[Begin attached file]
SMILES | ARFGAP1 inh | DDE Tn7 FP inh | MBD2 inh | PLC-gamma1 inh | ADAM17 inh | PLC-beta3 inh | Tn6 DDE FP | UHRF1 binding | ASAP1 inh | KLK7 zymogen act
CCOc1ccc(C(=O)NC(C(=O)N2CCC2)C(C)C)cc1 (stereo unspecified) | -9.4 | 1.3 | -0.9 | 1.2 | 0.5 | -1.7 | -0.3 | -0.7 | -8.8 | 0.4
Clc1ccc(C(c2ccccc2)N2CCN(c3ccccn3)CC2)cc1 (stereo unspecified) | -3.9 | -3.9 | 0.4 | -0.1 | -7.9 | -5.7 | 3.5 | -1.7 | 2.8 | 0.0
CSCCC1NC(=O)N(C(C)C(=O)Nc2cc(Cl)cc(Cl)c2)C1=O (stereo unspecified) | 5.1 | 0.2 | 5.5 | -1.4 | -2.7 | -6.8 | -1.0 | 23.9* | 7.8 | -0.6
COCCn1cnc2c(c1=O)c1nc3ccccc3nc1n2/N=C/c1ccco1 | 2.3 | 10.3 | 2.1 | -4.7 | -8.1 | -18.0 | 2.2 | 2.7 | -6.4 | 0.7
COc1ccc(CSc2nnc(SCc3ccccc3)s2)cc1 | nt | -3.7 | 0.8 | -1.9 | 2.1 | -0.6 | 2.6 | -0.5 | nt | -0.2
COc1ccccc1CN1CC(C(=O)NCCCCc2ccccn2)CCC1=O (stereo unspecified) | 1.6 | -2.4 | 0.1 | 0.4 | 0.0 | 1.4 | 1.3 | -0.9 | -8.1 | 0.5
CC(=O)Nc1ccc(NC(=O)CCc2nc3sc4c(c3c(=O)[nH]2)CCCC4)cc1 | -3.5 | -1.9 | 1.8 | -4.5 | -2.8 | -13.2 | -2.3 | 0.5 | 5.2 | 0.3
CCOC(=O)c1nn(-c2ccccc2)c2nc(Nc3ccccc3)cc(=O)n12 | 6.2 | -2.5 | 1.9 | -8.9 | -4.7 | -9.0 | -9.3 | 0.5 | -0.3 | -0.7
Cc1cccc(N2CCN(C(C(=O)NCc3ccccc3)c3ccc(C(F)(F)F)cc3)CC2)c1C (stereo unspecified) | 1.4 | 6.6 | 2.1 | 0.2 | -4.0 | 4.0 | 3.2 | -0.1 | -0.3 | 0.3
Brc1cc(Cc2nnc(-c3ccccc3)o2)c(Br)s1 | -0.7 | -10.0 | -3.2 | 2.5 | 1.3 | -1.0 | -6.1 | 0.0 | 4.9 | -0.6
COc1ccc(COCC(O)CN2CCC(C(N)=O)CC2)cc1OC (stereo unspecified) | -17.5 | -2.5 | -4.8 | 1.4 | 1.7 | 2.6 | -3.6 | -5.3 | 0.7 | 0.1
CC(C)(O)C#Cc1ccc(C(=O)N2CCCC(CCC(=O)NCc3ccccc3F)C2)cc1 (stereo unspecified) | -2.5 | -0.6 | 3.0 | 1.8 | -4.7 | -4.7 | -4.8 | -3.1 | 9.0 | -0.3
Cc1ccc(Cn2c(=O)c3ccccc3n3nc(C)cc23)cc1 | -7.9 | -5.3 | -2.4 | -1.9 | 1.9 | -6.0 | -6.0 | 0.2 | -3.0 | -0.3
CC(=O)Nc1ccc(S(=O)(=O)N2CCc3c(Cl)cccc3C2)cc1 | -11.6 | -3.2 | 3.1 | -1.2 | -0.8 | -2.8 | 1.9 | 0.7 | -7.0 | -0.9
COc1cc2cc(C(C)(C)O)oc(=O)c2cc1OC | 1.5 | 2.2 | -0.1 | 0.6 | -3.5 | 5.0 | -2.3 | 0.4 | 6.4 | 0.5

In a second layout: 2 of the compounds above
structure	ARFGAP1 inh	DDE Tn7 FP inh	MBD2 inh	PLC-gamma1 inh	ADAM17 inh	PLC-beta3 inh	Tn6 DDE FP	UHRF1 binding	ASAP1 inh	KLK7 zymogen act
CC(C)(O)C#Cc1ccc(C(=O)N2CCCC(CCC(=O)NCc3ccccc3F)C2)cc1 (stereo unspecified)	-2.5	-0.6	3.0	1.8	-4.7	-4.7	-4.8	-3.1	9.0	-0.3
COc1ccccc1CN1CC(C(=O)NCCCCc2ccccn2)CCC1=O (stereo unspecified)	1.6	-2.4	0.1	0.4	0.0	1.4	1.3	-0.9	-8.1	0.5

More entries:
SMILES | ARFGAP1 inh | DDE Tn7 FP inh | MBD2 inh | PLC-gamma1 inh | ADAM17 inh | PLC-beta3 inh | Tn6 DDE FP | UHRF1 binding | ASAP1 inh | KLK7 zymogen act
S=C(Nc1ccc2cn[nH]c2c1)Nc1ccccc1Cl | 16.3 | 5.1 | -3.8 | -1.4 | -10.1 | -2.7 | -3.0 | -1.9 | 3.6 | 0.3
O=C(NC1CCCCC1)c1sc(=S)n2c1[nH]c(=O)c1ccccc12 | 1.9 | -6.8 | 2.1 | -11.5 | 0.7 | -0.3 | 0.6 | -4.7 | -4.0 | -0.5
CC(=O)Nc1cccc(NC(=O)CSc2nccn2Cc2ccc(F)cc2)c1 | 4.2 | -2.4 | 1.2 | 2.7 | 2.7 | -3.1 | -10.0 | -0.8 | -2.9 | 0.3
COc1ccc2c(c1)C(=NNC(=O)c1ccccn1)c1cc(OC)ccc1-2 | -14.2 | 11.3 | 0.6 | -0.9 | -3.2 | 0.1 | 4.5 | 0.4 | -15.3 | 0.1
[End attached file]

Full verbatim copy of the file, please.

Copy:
SMILES | ARFGAP1 inh | DDE Tn7 FP inh | MBD2 inh | PLC-gamma1 inh | ADAM17 inh | PLC-beta3 inh | Tn6 DDE FP | UHRF1 binding | ASAP1 inh | KLK7 zymogen act
CCOc1ccc(C(=O)NC(C(=O)N2CCC2)C(C)C)cc1 (stereo unspecified) | -9.4 | 1.3 | -0.9 | 1.2 | 0.5 | -1.7 | -0.3 | -0.7 | -8.8 | 0.4
Clc1ccc(C(c2ccccc2)N2CCN(c3ccccn3)CC2)cc1 (stereo unspecified) | -3.9 | -3.9 | 0.4 | -0.1 | -7.9 | -5.7 | 3.5 | -1.7 | 2.8 | 0.0
CSCCC1NC(=O)N(C(C)C(=O)Nc2cc(Cl)cc(Cl)c2)C1=O (stereo unspecified) | 5.1 | 0.2 | 5.5 | -1.4 | -2.7 | -6.8 | -1.0 | 23.9* | 7.8 | -0.6
COCCn1cnc2c(c1=O)c1nc3ccccc3nc1n2/N=C/c1ccco1 | 2.3 | 10.3 | 2.1 | -4.7 | -8.1 | -18.0 | 2.2 | 2.7 | -6.4 | 0.7
COc1ccc(CSc2nnc(SCc3ccccc3)s2)cc1 | nt | -3.7 | 0.8 | -1.9 | 2.1 | -0.6 | 2.6 | -0.5 | nt | -0.2
COc1ccccc1CN1CC(C(=O)NCCCCc2ccccn2)CCC1=O (stereo unspecified) | 1.6 | -2.4 | 0.1 | 0.4 | 0.0 | 1.4 | 1.3 | -0.9 | -8.1 | 0.5
CC(=O)Nc1ccc(NC(=O)CCc2nc3sc4c(c3c(=O)[nH]2)CCCC4)cc1 | -3.5 | -1.9 | 1.8 | -4.5 | -2.8 | -13.2 | -2.3 | 0.5 | 5.2 | 0.3
CCOC(=O)c1nn(-c2ccccc2)c2nc(Nc3ccccc3)cc(=O)n12 | 6.2 | -2.5 | 1.9 | -8.9 | -4.7 | -9.0 | -9.3 | 0.5 | -0.3 | -0.7
Cc1cccc(N2CCN(C(C(=O)NCc3ccccc3)c3ccc(C(F)(F)F)cc3)CC2)c1C (stereo unspecified) | 1.4 | 6.6 | 2.1 | 0.2 | -4.0 | 4.0 | 3.2 | -0.1 | -0.3 | 0.3
Brc1cc(Cc2nnc(-c3ccccc3)o2)c(Br)s1 | -0.7 | -10.0 | -3.2 | 2.5 | 1.3 | -1.0 | -6.1 | 0.0 | 4.9 | -0.6
COc1ccc(COCC(O)CN2CCC(C(N)=O)CC2)cc1OC (stereo unspecified) | -17.5 | -2.5 | -4.8 | 1.4 | 1.7 | 2.6 | -3.6 | -5.3 | 0.7 | 0.1
CC(C)(O)C#Cc1ccc(C(=O)N2CCCC(CCC(=O)NCc3ccccc3F)C2)cc1 (stereo unspecified) | -2.5 | -0.6 | 3.0 | 1.8 | -4.7 | -4.7 | -4.8 | -3.1 | 9.0 | -0.3
Cc1ccc(Cn2c(=O)c3ccccc3n3nc(C)cc23)cc1 | -7.9 | -5.3 | -2.4 | -1.9 | 1.9 | -6.0 | -6.0 | 0.2 | -3.0 | -0.3
CC(=O)Nc1ccc(S(=O)(=O)N2CCc3c(Cl)cccc3C2)cc1 | -11.6 | -3.2 | 3.1 | -1.2 | -0.8 | -2.8 | 1.9 | 0.7 | -7.0 | -0.9
COc1cc2cc(C(C)(C)O)oc(=O)c2cc1OC | 1.5 | 2.2 | -0.1 | 0.6 | -3.5 | 5.0 | -2.3 | 0.4 | 6.4 | 0.5

In a second layout: 2 of the compounds above
structure	ARFGAP1 inh	DDE Tn7 FP inh	MBD2 inh	PLC-gamma1 inh	ADAM17 inh	PLC-beta3 inh	Tn6 DDE FP	UHRF1 binding	ASAP1 inh	KLK7 zymogen act
CC(C)(O)C#Cc1ccc(C(=O)N2CCCC(CCC(=O)NCc3ccccc3F)C2)cc1 (stereo unspecified)	-2.5	-0.6	3.0	1.8	-4.7	-4.7	-4.8	-3.1	9.0	-0.3
COc1ccccc1CN1CC(C(=O)NCCCCc2ccccn2)CCC1=O (stereo unspecified)	1.6	-2.4	0.1	0.4	0.0	1.4	1.3	-0.9	-8.1	0.5

More entries:
SMILES | ARFGAP1 inh | DDE Tn7 FP inh | MBD2 inh | PLC-gamma1 inh | ADAM17 inh | PLC-beta3 inh | Tn6 DDE FP | UHRF1 binding | ASAP1 inh | KLK7 zymogen act
S=C(Nc1ccc2cn[nH]c2c1)Nc1ccccc1Cl | 16.3 | 5.1 | -3.8 | -1.4 | -10.1 | -2.7 | -3.0 | -1.9 | 3.6 | 0.3
O=C(NC1CCCCC1)c1sc(=S)n2c1[nH]c(=O)c1ccccc12 | 1.9 | -6.8 | 2.1 | -11.5 | 0.7 | -0.3 | 0.6 | -4.7 | -4.0 | -0.5
CC(=O)Nc1cccc(NC(=O)CSc2nccn2Cc2ccc(F)cc2)c1 | 4.2 | -2.4 | 1.2 | 2.7 | 2.7 | -3.1 | -10.0 | -0.8 | -2.9 | 0.3
COc1ccc2c(c1)C(=NNC(=O)c1ccccn1)c1cc(OC)ccc1-2 | -14.2 | 11.3 | 0.6 | -0.9 | -3.2 | 0.1 | 4.5 | 0.4 | -15.3 | 0.1